Save Your Ears! How to Avoid Listening Fatigue
What is listening fatigue?
To understand this, and how to avoid it, we should first look at some of the physiology behind our hearing. The inner and outer ear contain hair cells that vibrate and amplify sounds. Excessive vibrations from sound waves can cause structural damage to these hair cells and can result in ringing in the ears, fatigue, and even permanent hearing loss. During exposure to any sound, there is a temporary increase in the threshold of hearing and a decrease in our sensitivity to sound. The outer cells become less responsive, putting more work on the inner cells. Without a break in the incoming noise and a chance for these cells to rest, fatigue begins to set in. In real terms, fatigue sets in after listening for long periods. This is exacerbated by increased loudness.
Now, how can we avoid fatigue?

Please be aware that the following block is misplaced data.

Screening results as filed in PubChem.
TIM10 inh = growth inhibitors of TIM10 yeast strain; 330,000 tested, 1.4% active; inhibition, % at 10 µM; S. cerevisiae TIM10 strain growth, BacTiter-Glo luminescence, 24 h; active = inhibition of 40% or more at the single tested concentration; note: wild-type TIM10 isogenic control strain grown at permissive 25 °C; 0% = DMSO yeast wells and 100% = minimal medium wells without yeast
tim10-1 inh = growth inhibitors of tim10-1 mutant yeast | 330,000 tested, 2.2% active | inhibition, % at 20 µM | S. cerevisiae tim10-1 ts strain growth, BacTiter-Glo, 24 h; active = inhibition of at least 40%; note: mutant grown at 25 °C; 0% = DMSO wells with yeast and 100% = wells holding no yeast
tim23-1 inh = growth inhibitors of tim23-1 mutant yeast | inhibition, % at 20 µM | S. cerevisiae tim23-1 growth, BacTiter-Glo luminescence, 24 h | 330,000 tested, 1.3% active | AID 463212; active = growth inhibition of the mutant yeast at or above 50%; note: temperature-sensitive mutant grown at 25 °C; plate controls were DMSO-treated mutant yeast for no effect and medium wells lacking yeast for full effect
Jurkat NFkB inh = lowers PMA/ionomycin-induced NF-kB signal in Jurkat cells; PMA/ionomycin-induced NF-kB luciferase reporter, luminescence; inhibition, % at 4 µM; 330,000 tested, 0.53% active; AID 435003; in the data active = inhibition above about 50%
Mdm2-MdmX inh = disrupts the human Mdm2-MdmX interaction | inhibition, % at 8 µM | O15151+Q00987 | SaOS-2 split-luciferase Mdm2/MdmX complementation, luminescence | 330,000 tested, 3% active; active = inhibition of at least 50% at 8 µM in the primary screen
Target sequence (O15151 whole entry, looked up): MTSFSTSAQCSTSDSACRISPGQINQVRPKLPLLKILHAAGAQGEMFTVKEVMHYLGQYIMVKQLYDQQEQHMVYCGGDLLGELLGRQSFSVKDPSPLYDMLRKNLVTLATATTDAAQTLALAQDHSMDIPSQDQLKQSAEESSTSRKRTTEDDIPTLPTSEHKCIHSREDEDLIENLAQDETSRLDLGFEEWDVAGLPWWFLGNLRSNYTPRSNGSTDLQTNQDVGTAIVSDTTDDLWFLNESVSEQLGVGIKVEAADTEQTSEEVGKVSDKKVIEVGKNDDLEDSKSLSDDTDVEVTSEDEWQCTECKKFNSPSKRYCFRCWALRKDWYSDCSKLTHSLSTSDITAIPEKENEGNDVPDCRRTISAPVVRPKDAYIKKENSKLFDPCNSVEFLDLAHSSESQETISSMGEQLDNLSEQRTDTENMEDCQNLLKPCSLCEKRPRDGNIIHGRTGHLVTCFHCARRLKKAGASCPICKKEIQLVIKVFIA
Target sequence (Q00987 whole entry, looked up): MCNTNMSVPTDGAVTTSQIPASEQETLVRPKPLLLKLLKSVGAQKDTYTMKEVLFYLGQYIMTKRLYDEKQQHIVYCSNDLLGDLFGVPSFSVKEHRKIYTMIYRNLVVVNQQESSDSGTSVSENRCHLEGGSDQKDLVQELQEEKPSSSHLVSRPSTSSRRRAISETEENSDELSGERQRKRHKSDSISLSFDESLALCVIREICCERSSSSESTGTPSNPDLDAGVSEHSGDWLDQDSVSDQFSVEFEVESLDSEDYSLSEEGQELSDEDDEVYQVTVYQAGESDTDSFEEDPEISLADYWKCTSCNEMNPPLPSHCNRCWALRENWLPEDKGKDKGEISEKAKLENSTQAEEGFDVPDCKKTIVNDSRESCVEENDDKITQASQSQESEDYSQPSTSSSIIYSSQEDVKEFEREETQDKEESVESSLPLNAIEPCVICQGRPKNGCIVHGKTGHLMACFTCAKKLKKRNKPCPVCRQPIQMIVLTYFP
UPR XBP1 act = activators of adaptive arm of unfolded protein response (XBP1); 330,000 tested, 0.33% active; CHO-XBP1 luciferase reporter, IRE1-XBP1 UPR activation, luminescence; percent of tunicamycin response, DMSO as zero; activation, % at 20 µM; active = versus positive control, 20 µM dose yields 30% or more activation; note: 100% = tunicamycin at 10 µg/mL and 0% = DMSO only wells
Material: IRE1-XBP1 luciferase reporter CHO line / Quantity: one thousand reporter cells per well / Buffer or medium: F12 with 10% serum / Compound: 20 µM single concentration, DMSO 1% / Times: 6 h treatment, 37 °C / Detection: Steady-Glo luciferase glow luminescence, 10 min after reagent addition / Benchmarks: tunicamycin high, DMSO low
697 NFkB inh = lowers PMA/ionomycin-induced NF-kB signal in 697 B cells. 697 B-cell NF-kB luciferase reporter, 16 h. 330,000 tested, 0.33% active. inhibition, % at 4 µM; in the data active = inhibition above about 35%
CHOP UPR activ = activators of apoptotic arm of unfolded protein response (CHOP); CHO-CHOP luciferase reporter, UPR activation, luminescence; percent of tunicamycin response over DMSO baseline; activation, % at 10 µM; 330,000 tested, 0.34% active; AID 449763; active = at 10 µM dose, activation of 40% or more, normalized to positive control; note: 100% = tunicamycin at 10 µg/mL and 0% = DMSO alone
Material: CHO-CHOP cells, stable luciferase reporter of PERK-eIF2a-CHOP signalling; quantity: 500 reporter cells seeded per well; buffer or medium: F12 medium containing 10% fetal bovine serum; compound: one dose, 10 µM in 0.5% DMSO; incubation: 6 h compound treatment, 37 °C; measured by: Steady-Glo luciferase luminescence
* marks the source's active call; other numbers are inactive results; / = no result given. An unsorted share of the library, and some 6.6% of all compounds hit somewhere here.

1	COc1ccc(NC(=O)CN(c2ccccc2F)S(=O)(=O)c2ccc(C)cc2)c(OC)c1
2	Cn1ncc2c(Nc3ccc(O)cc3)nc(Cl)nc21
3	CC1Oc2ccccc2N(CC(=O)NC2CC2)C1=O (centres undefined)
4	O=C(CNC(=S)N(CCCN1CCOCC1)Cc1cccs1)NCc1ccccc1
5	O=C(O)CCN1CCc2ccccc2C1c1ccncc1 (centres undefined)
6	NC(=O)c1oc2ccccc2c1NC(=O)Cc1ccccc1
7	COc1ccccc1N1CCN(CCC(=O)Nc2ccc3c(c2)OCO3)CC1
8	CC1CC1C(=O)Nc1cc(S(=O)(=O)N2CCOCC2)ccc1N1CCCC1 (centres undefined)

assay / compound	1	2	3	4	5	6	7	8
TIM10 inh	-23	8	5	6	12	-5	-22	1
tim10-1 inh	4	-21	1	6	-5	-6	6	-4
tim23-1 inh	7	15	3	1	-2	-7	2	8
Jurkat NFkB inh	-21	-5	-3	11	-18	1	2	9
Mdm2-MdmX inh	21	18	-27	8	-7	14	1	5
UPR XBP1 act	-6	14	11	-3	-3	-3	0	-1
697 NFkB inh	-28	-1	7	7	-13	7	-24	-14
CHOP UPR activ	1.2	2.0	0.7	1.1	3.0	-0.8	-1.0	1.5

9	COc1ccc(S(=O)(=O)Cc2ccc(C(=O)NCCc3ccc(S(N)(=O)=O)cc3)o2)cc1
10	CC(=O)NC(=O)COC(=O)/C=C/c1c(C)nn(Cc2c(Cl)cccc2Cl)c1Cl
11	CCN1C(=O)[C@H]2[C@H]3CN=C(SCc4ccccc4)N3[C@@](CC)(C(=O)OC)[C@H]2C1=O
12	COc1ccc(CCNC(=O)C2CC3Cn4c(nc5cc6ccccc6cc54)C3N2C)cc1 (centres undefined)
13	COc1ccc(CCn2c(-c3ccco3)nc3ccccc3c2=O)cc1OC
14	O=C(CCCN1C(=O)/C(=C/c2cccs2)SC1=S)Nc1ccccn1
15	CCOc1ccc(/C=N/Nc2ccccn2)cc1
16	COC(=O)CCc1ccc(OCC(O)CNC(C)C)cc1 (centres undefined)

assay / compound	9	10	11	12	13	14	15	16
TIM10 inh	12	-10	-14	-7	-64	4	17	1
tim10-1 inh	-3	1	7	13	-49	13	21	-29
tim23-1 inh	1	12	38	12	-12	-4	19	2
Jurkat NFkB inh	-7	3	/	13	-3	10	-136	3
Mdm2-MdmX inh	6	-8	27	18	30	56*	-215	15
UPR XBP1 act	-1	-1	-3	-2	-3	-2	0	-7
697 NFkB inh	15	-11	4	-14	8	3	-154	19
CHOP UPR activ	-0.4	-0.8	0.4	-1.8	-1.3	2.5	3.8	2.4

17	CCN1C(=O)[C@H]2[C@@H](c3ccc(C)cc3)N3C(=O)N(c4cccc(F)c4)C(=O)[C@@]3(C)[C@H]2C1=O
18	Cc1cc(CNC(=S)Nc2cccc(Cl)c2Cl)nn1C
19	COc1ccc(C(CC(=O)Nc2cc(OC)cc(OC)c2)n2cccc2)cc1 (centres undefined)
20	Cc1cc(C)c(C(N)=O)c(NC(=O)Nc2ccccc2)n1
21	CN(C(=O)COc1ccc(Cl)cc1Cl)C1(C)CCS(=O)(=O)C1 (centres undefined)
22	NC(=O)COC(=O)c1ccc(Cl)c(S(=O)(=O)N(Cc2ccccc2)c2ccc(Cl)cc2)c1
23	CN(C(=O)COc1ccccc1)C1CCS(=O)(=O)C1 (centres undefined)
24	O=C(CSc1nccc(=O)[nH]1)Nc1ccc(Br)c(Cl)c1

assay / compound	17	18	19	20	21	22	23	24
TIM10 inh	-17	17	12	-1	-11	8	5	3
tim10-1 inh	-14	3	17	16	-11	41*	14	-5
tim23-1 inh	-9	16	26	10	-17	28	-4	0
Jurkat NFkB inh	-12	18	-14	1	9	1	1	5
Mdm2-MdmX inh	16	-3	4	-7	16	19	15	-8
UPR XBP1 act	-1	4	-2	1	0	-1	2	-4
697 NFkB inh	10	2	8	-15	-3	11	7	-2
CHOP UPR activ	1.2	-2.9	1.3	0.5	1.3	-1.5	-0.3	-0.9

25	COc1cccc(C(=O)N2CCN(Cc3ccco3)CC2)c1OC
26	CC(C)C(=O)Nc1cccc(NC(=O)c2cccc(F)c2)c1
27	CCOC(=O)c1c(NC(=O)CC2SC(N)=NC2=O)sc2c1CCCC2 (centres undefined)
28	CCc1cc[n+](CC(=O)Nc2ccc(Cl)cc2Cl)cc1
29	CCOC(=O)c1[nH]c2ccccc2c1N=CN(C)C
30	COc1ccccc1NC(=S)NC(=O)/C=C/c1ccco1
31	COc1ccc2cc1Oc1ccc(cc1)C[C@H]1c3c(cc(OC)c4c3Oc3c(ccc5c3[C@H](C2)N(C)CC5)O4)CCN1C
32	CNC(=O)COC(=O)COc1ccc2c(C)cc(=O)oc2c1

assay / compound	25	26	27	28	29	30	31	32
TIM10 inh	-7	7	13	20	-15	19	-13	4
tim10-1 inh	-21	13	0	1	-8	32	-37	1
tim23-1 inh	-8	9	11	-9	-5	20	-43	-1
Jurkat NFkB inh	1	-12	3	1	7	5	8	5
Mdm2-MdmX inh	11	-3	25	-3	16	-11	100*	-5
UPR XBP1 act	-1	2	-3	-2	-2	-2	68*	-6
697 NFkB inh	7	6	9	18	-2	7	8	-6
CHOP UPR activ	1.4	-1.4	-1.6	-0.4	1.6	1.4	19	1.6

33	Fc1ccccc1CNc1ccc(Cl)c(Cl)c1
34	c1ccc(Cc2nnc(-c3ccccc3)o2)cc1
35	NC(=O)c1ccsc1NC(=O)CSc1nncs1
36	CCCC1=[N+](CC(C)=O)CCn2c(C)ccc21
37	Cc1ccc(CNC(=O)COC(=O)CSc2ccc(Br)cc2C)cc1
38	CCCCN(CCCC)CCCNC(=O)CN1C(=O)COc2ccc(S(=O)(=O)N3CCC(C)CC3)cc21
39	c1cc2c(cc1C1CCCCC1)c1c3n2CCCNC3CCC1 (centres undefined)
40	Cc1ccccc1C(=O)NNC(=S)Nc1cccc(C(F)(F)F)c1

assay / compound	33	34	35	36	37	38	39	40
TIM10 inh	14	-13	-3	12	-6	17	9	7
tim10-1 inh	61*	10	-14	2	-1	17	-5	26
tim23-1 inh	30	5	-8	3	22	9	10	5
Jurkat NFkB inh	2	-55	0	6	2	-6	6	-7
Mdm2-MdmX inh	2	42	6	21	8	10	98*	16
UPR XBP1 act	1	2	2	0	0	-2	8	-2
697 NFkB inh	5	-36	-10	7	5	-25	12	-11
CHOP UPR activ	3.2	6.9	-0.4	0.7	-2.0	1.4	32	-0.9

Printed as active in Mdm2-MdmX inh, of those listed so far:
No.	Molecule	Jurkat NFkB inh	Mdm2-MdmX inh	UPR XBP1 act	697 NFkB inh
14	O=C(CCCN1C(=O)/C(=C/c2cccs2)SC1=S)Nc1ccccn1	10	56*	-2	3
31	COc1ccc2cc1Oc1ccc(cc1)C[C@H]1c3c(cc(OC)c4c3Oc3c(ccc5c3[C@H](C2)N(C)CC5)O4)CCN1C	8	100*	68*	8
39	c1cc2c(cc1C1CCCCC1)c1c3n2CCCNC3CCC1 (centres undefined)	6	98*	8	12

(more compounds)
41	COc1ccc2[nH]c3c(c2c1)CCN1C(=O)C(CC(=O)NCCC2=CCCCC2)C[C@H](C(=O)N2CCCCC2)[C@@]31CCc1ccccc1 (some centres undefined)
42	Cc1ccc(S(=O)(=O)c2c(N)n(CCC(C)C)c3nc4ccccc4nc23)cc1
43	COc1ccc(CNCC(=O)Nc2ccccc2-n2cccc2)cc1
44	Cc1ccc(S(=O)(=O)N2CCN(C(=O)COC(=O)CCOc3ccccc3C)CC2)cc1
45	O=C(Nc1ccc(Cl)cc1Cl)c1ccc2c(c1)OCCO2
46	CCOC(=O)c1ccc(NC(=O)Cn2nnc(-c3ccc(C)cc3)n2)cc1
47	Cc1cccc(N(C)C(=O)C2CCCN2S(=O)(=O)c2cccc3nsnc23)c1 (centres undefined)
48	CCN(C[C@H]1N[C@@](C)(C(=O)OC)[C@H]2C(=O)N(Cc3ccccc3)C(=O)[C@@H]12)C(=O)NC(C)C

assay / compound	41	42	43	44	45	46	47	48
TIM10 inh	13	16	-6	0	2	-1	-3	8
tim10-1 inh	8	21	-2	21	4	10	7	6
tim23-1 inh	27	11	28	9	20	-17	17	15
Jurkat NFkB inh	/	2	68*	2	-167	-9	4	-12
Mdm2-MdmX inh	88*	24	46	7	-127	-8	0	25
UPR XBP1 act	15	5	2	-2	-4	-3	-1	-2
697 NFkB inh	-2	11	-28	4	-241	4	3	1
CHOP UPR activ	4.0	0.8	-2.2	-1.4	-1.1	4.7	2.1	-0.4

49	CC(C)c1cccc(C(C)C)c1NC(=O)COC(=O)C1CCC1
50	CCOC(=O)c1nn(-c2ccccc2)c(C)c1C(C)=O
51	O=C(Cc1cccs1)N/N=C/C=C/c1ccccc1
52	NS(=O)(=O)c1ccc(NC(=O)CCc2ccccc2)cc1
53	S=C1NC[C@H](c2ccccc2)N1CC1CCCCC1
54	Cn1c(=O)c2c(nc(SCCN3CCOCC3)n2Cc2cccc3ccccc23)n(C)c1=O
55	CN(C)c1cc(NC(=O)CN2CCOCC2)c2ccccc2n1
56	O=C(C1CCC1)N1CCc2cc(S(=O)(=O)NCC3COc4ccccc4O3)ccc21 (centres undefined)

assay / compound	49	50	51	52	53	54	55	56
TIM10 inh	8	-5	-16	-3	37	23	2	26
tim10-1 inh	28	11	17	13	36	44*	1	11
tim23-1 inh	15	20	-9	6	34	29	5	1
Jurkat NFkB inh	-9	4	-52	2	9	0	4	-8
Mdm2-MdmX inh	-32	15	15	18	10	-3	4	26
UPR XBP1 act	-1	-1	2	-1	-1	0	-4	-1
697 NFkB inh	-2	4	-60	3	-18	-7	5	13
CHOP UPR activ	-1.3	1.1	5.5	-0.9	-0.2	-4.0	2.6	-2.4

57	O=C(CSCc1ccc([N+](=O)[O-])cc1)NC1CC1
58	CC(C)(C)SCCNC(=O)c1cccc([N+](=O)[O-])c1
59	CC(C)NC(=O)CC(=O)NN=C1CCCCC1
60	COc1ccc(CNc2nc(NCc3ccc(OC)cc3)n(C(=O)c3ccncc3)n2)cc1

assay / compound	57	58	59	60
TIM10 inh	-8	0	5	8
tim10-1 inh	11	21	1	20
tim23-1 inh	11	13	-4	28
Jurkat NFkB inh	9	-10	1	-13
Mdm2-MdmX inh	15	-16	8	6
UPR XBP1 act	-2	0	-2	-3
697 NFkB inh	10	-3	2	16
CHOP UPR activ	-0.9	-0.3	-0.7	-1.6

First, mix at a more moderate level. Simple SPL metering apps can be downloaded to your smartphone and placed near your listening position to make a rough assessment of your listening level. This is far from scientific but can get you in the ballpark for level setting your system.
We hear frequencies more evenly at around 85 dB, but even this may be too loud for longer periods. Unfortunately, there is no magic setting for all mixing environments since larger rooms may require more volume than small rooms. The best advice is to experiment and find a level that works best for you, but stick to around 75 to 85 dB for a majority of your mix session.
Another great way to minimize fatigue is to take some breaks. Your ears need to rest and recuperate from the barrage of sound waves you’ve been throwing at them. As much as you want to power through to the end, getting up and walking around every hour or so will help keep your ears fresh and will keep you productive. Take longer breaks after 4 or 5 hours.
Finally, pushing your ears to their limits will come with the consequence of some bad mix decisions. Taking breaks and keeping fresh will help avoid having to re-do the whole mix or, worse yet, losing the client.
Remember, mixing is an art, do what works. Just remember to take care of yourself along the way.